After years of little to no use, Rehoboth Beach has put the lot it owns at 84 Kent St. up for sale.
Commissioners first decided to put the 5,000-square-foot lot that includes a two-story meeting hall up for sale around this time last year as part of the budgeting process for the current fiscal year. The sale was posted on the city’s website Jan. 5.
As evidenced by the moss growing on the roof, the building on the lot has sat empty for years. The Kiwanis Club of Coastal Delaware was the most recent organization to use it. Some locals also refer to the house as the Scout House. Sussex County property records call it Boy Scout Hall.
During a commissioners meeting Dec. 7, City Manager Sharon Lynn said the building has not been used very much, if at all, in the last five years. She said there was some discussion about making the house available as workforce housing for summer police cadets, but there would be a lot of costly work needed to make the building usable for that purpose.
The city has owned the property for a long time, but its generally vacant status was brought to light a few years ago at the beginning of the city’s ongoing nativity scene saga. For many years, the Kiwanis Club installed the nativity scene downtown – first near Bandstand; then, during work on Rehoboth Avenue’s streetscape project, on the front lawn of M&T Bank, also on Rehoboth Avenue.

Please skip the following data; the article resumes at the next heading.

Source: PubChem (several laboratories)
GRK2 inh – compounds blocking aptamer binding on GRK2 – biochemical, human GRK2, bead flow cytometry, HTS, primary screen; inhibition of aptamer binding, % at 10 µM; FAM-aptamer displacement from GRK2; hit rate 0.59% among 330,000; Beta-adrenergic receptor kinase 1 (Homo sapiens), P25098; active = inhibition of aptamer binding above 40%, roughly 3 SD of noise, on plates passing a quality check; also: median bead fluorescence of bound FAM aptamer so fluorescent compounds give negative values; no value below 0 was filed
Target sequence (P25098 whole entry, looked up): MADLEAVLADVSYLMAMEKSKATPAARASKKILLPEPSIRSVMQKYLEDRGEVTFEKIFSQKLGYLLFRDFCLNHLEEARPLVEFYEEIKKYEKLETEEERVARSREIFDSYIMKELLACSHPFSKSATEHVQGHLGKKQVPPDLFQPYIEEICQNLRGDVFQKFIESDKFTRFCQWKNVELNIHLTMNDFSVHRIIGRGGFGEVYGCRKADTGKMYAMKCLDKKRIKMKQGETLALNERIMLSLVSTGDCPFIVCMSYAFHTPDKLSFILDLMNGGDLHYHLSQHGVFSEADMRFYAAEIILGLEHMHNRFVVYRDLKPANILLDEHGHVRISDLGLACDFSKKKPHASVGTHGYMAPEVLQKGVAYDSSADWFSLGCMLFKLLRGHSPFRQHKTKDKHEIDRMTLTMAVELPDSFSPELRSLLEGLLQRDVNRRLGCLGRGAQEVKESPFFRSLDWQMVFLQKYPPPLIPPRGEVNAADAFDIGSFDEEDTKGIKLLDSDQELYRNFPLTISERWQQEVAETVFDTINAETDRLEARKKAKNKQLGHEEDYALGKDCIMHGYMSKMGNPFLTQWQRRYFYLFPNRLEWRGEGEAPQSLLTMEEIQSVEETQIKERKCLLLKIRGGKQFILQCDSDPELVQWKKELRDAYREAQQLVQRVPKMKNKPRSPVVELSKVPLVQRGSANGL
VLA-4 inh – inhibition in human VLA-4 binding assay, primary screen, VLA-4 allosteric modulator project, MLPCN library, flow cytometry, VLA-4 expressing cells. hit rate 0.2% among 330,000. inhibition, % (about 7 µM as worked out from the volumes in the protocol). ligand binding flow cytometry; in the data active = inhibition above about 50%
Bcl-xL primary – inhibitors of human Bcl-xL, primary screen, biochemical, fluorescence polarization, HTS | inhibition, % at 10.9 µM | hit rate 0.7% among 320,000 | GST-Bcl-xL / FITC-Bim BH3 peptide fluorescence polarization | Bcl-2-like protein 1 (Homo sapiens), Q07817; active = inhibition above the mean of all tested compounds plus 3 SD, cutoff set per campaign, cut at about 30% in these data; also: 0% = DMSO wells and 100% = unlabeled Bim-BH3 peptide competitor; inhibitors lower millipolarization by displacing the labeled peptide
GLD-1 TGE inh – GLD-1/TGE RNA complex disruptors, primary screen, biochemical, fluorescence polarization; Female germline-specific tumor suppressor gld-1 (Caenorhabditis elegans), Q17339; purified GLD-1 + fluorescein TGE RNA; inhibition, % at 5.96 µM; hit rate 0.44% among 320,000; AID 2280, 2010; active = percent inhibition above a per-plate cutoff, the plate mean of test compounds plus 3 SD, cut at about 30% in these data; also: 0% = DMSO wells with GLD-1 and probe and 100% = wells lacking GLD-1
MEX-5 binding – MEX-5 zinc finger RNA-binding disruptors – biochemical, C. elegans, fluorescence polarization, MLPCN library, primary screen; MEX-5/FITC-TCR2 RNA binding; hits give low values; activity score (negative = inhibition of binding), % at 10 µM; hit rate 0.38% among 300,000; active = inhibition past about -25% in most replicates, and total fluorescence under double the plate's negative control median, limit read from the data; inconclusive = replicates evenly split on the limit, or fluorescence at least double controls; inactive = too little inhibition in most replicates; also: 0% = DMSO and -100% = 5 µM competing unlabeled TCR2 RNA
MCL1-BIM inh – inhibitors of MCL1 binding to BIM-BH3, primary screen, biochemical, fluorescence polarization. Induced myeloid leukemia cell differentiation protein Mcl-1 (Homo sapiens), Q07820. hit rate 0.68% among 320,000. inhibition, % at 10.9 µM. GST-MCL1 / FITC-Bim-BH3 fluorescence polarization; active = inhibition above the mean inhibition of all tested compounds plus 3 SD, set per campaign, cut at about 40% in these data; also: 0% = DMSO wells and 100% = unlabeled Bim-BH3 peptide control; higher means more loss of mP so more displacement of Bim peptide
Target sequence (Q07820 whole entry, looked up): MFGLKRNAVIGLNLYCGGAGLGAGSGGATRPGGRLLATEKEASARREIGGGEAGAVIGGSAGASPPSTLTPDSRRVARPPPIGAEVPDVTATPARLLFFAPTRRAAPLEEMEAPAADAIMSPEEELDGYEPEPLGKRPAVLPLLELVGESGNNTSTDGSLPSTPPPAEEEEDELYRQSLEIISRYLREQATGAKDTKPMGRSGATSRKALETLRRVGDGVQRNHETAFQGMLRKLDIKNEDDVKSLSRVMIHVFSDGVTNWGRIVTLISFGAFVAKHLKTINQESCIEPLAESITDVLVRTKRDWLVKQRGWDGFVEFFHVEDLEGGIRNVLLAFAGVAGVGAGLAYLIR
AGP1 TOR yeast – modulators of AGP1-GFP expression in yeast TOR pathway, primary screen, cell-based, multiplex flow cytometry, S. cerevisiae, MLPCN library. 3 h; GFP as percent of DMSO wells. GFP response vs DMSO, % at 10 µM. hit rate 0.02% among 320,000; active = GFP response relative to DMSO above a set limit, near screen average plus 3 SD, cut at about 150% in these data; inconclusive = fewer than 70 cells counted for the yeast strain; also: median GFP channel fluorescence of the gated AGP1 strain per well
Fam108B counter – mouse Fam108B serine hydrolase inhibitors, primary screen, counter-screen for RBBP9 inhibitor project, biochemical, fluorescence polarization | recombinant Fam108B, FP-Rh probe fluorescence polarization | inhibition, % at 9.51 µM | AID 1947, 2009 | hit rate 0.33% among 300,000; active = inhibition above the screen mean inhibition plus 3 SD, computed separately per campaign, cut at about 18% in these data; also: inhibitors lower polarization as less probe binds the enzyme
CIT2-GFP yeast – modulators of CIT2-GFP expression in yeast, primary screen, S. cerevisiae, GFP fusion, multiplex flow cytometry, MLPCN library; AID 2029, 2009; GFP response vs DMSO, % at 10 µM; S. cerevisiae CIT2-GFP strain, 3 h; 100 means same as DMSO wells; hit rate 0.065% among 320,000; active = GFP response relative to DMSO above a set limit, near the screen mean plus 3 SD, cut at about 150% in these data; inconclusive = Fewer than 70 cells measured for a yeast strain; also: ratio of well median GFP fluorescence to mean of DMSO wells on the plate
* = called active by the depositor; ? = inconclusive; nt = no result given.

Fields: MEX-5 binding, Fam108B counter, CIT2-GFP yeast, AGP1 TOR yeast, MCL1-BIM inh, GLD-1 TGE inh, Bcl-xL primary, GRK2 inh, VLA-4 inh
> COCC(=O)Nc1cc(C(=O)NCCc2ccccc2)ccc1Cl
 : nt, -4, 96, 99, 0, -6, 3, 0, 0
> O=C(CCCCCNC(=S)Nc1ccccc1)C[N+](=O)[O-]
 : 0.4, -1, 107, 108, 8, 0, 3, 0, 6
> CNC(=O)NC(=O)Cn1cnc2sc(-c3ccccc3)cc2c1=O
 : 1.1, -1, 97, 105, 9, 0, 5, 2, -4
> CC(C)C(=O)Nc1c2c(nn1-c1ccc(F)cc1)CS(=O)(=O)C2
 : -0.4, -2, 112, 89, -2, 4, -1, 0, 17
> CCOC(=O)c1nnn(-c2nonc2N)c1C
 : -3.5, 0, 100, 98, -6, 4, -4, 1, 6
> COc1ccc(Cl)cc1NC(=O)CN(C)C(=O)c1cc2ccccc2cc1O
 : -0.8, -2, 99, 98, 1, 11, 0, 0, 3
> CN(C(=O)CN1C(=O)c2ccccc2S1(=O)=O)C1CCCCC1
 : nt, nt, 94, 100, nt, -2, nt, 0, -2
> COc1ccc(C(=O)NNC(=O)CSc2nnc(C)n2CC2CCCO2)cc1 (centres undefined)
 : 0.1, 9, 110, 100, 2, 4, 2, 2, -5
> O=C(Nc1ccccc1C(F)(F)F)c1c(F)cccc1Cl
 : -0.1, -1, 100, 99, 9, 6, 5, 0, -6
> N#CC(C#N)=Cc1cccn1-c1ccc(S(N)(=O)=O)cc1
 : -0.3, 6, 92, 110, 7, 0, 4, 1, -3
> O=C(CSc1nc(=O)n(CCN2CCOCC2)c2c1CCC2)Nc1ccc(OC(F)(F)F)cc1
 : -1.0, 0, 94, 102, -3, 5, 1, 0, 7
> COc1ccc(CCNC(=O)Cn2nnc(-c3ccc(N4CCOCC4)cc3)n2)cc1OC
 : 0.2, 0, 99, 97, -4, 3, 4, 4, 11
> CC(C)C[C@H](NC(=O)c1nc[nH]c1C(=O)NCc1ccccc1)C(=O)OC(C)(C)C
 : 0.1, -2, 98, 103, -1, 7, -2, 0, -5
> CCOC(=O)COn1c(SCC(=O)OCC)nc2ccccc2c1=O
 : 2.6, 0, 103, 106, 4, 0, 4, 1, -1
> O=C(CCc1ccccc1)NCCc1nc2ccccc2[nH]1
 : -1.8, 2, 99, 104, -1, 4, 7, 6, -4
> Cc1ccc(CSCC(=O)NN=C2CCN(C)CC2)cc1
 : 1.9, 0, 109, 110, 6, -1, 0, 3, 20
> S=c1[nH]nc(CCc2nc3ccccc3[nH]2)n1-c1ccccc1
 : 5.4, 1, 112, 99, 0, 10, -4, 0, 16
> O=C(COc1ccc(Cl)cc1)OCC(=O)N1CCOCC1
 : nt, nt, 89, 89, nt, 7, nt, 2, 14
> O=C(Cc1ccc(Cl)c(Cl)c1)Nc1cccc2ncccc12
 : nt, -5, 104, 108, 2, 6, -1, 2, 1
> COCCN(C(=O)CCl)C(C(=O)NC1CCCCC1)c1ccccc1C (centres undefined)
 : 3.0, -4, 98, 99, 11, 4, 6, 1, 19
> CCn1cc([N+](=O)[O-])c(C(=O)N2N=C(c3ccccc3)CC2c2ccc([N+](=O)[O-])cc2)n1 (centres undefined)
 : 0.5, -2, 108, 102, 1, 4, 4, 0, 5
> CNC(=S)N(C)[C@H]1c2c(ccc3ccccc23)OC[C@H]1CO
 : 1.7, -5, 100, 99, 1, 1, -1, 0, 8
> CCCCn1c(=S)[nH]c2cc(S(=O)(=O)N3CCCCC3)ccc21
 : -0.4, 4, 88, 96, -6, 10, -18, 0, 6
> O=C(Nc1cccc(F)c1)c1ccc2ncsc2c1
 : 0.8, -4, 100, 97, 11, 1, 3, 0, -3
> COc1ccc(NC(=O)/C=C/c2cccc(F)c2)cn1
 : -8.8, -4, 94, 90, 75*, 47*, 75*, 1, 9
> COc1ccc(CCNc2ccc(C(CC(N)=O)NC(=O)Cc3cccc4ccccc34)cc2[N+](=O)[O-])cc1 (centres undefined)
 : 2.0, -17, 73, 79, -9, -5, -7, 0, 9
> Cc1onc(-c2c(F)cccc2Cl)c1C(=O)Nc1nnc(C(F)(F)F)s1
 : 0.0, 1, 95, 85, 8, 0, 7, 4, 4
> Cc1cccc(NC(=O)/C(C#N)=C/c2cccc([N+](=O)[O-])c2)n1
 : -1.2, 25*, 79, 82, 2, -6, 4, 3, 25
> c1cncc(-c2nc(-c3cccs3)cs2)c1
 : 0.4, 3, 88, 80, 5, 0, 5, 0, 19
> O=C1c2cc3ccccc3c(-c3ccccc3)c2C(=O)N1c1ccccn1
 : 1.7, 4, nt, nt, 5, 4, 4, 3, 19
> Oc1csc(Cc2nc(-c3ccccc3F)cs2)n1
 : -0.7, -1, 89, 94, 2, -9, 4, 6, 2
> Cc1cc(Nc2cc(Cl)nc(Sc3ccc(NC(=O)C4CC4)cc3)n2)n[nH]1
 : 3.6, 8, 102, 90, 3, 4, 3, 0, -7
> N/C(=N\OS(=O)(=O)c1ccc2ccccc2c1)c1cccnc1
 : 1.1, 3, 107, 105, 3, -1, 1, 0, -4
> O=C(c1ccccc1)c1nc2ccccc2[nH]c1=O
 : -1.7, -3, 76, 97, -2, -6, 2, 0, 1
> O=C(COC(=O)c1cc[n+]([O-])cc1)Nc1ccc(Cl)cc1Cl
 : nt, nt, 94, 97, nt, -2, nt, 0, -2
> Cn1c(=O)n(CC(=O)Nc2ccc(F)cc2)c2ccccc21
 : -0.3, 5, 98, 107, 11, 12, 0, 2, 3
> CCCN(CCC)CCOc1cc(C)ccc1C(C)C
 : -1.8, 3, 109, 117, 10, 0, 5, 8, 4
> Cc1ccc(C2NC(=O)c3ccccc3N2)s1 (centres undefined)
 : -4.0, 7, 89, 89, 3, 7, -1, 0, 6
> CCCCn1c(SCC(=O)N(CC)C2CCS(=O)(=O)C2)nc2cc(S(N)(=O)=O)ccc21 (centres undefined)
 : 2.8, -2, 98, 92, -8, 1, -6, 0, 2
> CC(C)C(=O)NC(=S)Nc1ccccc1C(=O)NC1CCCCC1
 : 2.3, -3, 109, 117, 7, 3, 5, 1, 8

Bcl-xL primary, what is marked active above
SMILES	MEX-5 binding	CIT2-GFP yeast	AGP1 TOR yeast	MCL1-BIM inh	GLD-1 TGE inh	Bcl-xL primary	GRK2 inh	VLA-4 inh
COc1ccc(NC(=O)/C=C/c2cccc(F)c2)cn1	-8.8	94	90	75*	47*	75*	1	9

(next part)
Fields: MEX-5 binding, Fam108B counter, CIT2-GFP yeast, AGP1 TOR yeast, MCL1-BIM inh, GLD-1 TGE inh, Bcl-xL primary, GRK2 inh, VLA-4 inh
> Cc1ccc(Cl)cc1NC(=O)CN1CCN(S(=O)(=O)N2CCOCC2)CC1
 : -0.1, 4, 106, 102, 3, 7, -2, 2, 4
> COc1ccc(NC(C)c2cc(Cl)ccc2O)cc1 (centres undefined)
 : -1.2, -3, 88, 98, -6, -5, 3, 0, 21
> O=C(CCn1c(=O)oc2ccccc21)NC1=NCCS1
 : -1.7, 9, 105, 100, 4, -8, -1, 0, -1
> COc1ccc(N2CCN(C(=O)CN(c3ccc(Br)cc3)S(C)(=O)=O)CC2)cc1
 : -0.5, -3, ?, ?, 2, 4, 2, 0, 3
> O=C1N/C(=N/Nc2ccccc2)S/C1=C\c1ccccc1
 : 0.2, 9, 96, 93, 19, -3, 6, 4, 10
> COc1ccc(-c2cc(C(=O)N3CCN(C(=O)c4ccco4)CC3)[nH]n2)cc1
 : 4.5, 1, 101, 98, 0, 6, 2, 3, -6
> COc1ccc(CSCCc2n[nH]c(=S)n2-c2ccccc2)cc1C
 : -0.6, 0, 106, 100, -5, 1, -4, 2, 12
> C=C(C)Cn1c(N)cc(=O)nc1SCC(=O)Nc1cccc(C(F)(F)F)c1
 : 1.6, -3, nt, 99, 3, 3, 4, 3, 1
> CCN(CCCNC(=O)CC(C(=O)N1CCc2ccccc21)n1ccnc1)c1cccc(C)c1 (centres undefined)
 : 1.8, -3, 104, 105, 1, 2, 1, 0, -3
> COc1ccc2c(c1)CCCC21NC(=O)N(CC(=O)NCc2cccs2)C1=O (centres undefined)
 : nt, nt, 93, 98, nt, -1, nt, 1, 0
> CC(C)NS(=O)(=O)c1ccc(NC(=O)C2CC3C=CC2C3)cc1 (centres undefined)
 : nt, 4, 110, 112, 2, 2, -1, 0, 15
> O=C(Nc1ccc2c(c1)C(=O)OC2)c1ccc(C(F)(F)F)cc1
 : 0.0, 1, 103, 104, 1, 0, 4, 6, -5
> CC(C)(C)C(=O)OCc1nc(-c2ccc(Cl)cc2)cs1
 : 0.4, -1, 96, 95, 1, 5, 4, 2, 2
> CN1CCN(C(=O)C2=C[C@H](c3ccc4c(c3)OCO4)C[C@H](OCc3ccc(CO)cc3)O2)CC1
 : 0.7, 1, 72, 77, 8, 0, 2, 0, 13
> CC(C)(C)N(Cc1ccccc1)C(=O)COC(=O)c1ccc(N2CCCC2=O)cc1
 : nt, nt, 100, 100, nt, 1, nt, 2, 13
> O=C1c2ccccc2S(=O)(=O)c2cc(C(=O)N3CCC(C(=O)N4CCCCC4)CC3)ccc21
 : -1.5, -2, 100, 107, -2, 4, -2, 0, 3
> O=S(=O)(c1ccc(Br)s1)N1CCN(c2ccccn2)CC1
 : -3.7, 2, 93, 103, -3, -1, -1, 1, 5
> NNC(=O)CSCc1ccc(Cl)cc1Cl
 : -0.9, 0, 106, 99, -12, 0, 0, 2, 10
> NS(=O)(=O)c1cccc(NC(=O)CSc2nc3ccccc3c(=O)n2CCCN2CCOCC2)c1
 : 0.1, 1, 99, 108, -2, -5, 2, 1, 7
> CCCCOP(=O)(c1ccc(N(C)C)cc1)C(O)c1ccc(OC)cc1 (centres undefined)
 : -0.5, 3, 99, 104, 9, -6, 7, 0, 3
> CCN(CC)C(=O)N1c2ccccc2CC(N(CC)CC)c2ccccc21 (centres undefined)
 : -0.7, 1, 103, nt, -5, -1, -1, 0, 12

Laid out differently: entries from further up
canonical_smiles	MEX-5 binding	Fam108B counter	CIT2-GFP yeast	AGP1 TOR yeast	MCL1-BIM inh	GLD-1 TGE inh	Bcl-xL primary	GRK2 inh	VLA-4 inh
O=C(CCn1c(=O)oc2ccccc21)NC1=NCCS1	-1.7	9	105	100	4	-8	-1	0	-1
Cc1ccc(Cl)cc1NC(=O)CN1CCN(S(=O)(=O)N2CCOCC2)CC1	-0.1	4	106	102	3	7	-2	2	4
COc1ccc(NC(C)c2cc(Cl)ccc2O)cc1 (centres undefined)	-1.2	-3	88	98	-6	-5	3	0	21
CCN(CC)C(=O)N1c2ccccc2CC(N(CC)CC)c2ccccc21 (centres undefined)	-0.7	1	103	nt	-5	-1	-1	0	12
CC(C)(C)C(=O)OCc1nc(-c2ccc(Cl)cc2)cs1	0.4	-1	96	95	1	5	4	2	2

In 2018, after the foam figurines hadn’t been displayed in years, parishioners from St. Edmond Catholic Church and members of Knights of Columbus Star of the Sea Council retrieved the crèche from the building at 84 Kent St., where it had been stored by the Kiwanis Club. Shortly after that, the foam figurines returned to the bandstand. Roughly 48 hours after being installed, the city ordered them removed; there’s still an ongoing lawsuit against the city by the Knights related to claims of religious discrimination.
The installation of the crèche spurred city officials to evaluate the status of all its city-owned property. Over the course of multiple meetings, commissioners ultimately agreed it was in the best interest of the city to sell the lot at 84 Kent because it was no longer being used and was more of a liability than an asset.
More recently, during a commissioner budget workshop Jan. 4, Lynn said because of the timing of the listing, she’s not positive if the money will be put toward the current fiscal year or next year’s; Rehoboth’s fiscal year runs April 1-March 31. Either way, she said, she recommended holding the funds in reserve until the commissioners have time to evaluate how this year’s budget turned out.
Lynn said she expected the sale of the lot to be reflected as revenue in the next draft of the city's budget for next year. She said the amount would be a conservative estimate, probably between $800,000 and $900,000.
There is no asking price for the lot on the city’s for-sale post, but it does say the appraised value as of October 2018 was a little over $1 million.